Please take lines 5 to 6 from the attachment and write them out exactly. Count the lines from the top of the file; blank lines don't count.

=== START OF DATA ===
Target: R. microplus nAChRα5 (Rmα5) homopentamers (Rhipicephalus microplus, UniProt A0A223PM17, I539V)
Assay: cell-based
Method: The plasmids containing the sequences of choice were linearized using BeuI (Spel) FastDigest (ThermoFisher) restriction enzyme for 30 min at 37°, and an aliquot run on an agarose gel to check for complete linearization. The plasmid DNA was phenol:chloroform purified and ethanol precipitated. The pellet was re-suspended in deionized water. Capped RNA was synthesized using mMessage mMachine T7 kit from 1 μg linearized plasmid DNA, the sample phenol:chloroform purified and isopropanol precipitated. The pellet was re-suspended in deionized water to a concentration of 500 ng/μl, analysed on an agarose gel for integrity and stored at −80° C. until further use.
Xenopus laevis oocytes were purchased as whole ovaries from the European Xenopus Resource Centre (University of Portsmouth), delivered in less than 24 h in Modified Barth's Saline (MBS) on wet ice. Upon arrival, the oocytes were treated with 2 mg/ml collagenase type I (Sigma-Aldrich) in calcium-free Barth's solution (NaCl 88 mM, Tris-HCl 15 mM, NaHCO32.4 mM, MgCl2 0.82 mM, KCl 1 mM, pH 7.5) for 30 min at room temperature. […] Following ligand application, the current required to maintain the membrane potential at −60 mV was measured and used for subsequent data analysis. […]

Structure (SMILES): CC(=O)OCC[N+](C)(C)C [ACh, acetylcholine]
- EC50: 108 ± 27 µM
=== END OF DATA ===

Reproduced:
Structure (SMILES): CC(=O)OCC[N+](C)(C)C [ACh, acetylcholine]
- EC50: 108 ± 27 µM